24

Using jQuery, how can I remove an anchor tag in my html body which also consists of a wrapper div, and this wrapper div is above the anchor tag that I want to remove.

It is like

<body>
    <div id="wrapper"> 
        <a id="not_me" href="#">hi</a>
    </div> 

    <a id="remove_me" href="#">Remove Me</a>

</body>

If I use

$("body").find("a:first-child").remove();

it removes the first anchor tag in my wrapper div i.e. one with id "not_me", while I want "remove_me" to be removed.

44
$("body").children("a:first").remove();

You use children()(docs) because you only want to target direct children of body.

Then use "a:first" as the selector to target the first <a> element.

This is because with the first-child-selector(docs) you'll only get the <a> if it is the first child of its parent (which it isn't). But with the first-selector(docs) you get the first <a> that was matched.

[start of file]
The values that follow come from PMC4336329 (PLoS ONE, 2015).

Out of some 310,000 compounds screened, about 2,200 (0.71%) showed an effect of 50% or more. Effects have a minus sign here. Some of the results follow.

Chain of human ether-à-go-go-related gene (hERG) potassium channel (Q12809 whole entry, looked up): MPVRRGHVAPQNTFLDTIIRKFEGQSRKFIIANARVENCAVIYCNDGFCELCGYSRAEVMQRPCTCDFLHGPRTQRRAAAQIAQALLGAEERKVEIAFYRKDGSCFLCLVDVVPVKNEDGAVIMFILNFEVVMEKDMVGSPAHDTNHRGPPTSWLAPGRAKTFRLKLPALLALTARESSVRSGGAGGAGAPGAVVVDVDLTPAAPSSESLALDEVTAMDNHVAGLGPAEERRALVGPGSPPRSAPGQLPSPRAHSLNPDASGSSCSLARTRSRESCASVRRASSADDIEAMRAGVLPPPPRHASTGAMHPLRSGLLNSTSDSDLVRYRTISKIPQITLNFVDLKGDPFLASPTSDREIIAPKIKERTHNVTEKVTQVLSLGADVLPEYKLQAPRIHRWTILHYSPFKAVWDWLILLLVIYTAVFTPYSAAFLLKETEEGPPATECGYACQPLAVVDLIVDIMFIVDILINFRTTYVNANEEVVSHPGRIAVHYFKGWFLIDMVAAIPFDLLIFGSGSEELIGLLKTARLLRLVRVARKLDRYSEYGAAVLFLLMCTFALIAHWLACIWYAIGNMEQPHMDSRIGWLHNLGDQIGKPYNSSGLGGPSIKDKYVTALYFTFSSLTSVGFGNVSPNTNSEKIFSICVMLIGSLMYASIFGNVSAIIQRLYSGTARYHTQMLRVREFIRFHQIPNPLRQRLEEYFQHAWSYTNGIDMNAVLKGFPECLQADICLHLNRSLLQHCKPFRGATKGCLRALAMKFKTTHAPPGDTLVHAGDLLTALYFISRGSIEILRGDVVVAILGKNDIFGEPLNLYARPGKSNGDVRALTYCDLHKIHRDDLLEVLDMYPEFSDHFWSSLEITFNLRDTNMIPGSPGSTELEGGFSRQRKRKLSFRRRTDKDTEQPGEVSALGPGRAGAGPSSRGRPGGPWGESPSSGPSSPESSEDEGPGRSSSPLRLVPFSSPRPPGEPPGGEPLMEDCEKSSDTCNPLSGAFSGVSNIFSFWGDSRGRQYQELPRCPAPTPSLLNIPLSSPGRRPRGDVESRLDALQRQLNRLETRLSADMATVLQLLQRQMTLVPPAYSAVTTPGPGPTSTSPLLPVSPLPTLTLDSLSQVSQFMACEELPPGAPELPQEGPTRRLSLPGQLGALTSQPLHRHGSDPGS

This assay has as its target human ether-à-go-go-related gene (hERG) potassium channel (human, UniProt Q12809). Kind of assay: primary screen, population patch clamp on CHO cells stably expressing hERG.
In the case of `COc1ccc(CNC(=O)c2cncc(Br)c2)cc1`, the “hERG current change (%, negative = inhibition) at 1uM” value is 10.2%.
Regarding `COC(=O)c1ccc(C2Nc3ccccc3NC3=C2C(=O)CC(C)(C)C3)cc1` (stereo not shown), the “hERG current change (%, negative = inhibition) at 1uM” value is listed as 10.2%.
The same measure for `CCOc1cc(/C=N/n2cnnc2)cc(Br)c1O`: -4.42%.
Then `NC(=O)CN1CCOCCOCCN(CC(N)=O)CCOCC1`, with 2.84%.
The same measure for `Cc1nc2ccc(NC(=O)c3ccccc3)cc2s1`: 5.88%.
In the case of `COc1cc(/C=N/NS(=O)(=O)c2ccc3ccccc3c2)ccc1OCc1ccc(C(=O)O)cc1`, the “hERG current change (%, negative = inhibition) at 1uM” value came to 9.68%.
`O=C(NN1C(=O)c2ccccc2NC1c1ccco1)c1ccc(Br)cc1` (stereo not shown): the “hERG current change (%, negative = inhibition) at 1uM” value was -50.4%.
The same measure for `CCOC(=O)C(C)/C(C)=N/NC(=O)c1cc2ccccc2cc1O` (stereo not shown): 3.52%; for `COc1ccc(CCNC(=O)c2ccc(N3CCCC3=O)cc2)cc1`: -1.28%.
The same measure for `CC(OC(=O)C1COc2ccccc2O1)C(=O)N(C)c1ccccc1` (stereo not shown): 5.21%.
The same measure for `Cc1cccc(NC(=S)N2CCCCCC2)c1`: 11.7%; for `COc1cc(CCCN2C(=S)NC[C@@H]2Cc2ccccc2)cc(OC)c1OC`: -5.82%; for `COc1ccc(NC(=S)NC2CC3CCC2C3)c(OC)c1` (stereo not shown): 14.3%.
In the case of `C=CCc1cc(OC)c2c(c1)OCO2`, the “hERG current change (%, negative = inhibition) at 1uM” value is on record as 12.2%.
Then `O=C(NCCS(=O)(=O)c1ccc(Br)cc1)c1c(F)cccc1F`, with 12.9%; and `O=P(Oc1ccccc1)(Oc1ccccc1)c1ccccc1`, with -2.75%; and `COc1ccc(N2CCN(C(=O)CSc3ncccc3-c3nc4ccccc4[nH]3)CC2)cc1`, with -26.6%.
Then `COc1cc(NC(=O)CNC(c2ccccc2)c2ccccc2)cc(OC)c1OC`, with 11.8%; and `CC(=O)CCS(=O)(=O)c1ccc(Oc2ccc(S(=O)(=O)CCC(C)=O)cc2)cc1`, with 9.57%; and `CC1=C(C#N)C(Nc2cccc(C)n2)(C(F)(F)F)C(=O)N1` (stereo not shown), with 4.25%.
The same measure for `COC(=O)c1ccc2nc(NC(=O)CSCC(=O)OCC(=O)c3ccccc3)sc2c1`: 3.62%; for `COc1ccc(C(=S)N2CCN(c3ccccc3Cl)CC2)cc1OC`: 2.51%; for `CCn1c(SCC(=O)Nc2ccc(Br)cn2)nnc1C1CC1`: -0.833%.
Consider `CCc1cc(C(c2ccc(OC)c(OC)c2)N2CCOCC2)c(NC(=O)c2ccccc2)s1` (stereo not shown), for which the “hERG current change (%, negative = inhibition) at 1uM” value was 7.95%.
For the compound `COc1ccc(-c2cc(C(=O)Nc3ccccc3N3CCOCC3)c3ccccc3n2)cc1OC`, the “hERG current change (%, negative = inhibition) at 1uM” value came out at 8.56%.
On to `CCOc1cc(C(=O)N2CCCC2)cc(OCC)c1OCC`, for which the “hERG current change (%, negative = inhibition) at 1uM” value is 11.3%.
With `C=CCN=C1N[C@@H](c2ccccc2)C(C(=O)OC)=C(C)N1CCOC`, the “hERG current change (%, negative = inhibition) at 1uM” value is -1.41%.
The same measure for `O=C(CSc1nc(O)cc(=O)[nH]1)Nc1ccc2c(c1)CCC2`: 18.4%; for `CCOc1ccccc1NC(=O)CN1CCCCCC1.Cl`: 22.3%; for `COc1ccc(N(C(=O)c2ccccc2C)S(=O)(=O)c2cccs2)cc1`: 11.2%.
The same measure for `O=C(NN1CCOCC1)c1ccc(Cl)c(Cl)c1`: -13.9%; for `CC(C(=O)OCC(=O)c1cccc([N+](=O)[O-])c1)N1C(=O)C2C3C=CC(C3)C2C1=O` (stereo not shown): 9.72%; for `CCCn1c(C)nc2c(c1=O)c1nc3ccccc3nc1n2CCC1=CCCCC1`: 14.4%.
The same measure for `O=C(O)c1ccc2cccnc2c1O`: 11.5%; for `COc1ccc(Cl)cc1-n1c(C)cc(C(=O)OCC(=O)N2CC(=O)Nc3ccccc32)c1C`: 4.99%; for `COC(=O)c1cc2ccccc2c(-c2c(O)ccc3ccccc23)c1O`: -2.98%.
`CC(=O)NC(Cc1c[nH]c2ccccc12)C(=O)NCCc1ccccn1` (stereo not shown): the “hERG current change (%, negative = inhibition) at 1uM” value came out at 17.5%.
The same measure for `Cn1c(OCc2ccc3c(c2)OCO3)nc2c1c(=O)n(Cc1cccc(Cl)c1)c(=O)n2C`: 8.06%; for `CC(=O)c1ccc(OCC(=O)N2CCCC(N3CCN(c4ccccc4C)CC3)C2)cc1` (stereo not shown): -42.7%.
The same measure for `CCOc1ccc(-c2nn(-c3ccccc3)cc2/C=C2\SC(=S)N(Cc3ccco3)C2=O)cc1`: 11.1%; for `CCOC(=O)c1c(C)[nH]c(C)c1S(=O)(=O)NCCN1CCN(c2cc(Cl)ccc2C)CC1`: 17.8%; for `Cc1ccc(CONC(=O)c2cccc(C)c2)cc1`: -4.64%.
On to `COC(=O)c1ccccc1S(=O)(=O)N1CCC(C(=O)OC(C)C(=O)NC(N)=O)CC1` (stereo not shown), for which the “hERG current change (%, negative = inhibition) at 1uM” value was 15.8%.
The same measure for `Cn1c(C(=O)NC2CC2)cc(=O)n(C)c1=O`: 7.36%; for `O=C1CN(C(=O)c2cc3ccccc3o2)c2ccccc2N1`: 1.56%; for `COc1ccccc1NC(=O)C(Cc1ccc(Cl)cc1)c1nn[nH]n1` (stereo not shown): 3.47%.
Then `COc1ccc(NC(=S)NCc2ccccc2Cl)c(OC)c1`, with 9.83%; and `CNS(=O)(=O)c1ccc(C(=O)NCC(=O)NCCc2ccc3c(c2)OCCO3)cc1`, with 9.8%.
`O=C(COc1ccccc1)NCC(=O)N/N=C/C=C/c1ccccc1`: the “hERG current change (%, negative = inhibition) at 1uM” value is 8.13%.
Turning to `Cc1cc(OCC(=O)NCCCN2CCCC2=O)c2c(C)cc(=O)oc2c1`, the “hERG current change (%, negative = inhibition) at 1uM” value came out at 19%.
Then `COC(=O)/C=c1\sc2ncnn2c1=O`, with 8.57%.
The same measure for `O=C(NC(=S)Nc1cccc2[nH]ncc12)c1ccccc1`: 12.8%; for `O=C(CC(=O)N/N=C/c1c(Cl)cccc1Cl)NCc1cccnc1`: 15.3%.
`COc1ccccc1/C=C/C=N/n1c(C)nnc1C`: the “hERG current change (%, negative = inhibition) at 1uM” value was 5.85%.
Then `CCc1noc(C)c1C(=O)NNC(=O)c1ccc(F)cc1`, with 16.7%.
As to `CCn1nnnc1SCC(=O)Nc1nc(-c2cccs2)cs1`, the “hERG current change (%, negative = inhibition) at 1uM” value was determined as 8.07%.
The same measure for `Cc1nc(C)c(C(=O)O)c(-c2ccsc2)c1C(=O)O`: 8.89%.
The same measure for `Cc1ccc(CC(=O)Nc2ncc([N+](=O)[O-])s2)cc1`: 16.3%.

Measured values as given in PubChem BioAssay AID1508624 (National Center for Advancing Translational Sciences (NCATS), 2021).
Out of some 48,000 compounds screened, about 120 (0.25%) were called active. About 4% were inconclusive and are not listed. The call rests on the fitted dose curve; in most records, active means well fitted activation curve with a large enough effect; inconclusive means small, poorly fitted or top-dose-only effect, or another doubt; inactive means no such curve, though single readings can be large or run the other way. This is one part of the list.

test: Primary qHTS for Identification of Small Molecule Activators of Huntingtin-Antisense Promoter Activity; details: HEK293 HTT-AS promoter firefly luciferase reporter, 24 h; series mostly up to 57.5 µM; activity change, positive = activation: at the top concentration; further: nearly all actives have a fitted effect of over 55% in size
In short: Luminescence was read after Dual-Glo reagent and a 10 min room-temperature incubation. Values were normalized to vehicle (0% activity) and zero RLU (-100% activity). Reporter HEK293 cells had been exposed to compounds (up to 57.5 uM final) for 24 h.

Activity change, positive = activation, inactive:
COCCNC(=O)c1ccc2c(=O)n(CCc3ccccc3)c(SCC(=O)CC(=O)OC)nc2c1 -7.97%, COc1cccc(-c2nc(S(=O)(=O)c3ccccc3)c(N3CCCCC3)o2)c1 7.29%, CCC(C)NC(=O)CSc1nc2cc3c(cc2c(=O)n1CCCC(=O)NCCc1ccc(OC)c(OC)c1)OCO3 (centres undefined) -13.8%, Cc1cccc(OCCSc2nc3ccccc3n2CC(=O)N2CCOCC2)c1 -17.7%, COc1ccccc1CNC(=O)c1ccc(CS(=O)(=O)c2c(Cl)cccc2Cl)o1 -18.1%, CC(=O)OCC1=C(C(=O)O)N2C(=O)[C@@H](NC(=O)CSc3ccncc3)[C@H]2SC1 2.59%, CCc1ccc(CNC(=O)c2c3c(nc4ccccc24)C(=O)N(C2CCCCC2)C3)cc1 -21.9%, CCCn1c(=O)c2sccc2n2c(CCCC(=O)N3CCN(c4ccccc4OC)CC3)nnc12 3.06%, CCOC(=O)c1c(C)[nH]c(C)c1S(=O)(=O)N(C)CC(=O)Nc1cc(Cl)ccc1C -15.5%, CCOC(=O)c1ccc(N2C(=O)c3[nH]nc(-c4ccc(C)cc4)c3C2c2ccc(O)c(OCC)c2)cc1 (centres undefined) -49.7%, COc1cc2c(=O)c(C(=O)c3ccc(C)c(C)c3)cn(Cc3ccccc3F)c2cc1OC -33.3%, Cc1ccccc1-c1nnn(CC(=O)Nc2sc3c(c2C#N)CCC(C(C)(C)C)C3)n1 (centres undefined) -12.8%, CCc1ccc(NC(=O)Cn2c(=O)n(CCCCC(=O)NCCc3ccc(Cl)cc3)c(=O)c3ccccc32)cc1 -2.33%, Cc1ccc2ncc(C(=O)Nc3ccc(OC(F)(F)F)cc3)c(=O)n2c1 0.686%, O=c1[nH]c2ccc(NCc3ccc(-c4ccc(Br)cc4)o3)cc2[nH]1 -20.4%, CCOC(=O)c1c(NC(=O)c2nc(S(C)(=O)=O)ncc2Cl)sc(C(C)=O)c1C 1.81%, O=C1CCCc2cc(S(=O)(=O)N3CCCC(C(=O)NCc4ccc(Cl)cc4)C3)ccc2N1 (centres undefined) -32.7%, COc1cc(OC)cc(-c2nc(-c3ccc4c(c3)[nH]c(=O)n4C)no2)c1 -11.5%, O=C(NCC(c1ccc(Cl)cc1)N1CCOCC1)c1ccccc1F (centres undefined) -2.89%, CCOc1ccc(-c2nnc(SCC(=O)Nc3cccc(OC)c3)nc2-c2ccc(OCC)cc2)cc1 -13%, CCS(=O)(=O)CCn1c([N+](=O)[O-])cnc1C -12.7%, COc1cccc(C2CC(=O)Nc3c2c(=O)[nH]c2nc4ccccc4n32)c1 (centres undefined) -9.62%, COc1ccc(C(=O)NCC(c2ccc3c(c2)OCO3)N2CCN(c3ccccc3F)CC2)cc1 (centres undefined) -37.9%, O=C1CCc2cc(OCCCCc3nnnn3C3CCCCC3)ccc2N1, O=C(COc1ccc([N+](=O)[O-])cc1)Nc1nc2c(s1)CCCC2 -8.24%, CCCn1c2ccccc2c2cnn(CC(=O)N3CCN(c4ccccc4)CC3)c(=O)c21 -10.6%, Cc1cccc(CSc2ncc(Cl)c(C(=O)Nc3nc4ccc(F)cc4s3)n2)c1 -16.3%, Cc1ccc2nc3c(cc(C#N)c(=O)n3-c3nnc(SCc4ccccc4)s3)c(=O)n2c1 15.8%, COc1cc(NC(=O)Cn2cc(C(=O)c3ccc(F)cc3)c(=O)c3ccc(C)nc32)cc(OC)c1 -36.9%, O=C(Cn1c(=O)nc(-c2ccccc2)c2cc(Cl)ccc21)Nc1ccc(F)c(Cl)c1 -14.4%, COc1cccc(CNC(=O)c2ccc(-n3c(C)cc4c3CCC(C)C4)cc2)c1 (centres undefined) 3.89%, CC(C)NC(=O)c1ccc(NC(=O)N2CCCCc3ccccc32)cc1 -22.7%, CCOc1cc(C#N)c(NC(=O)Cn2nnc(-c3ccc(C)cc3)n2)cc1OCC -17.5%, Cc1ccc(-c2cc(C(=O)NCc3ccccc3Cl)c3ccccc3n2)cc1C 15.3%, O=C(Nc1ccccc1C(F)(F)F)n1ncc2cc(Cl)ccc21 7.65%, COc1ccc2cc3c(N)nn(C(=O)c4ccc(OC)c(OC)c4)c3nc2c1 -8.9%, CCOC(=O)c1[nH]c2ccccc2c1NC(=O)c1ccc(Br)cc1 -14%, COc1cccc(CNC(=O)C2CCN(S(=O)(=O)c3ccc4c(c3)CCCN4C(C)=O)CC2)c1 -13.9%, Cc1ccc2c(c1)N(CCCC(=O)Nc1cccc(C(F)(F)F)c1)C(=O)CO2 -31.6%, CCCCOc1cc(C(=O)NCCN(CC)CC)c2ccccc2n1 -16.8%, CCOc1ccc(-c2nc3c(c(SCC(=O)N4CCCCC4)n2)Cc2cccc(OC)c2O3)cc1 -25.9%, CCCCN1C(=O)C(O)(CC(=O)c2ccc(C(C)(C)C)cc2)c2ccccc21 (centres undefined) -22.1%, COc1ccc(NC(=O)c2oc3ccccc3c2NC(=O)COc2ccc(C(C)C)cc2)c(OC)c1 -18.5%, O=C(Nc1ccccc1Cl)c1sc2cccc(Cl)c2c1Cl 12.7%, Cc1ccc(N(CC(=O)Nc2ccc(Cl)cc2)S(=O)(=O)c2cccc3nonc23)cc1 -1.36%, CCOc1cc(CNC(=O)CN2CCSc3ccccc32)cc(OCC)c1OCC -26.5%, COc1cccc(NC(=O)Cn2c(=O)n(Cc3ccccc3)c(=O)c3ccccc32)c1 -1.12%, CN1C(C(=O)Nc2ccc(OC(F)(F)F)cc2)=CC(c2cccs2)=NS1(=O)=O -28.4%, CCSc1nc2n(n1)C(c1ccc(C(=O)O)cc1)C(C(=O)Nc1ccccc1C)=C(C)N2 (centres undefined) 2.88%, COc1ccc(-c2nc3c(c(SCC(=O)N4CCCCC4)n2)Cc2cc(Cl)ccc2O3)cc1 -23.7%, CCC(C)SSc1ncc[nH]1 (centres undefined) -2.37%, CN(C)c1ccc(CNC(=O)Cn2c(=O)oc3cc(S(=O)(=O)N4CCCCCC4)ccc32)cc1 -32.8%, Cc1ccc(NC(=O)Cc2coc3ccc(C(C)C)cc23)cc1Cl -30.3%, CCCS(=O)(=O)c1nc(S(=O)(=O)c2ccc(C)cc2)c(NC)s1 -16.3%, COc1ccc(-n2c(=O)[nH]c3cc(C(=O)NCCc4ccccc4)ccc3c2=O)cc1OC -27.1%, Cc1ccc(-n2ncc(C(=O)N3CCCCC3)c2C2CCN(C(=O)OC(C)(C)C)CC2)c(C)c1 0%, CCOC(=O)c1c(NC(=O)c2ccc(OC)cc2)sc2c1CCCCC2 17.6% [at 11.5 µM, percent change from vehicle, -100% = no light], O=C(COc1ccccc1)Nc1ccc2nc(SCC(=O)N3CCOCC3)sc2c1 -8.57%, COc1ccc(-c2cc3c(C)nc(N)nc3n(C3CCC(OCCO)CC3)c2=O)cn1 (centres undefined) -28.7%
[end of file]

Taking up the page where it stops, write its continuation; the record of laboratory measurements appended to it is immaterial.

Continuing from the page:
Alternative would be to place it all in one selector:

$('body > a:first').remove();

Same as above, but uses the > child-selector(docs) instead of the children()(docs) method.

2
  • aahhh! sup me one more time! I just love that.. :p) – jAndy Jan 26 '11 at 14:57
  • @jAndy: There's a couple more for you. :o) – user113716 Jan 26 '11 at 14:58
11

You want to use children() to search on direct children only, and you can use :first or eq(0) to remove the first one:

$("body").children("a").eq(0).remove();
0
7

why don't you try:

$("#remove_me").remove()

don't know if it's wrong, I'm still learning :P

2
  • That's correct, but I have a feeling OP just used the IDs for the sake of the example to show which <a> was targeted, and which wasn't. :o) – user113716 Jan 26 '11 at 14:59
  • sorry but forgot to mention that the id ("remove_me" is e.g.) is generated dynamically so we can not use the method you suggested, anyways thanks for response – Prashant Jan 26 '11 at 15:50

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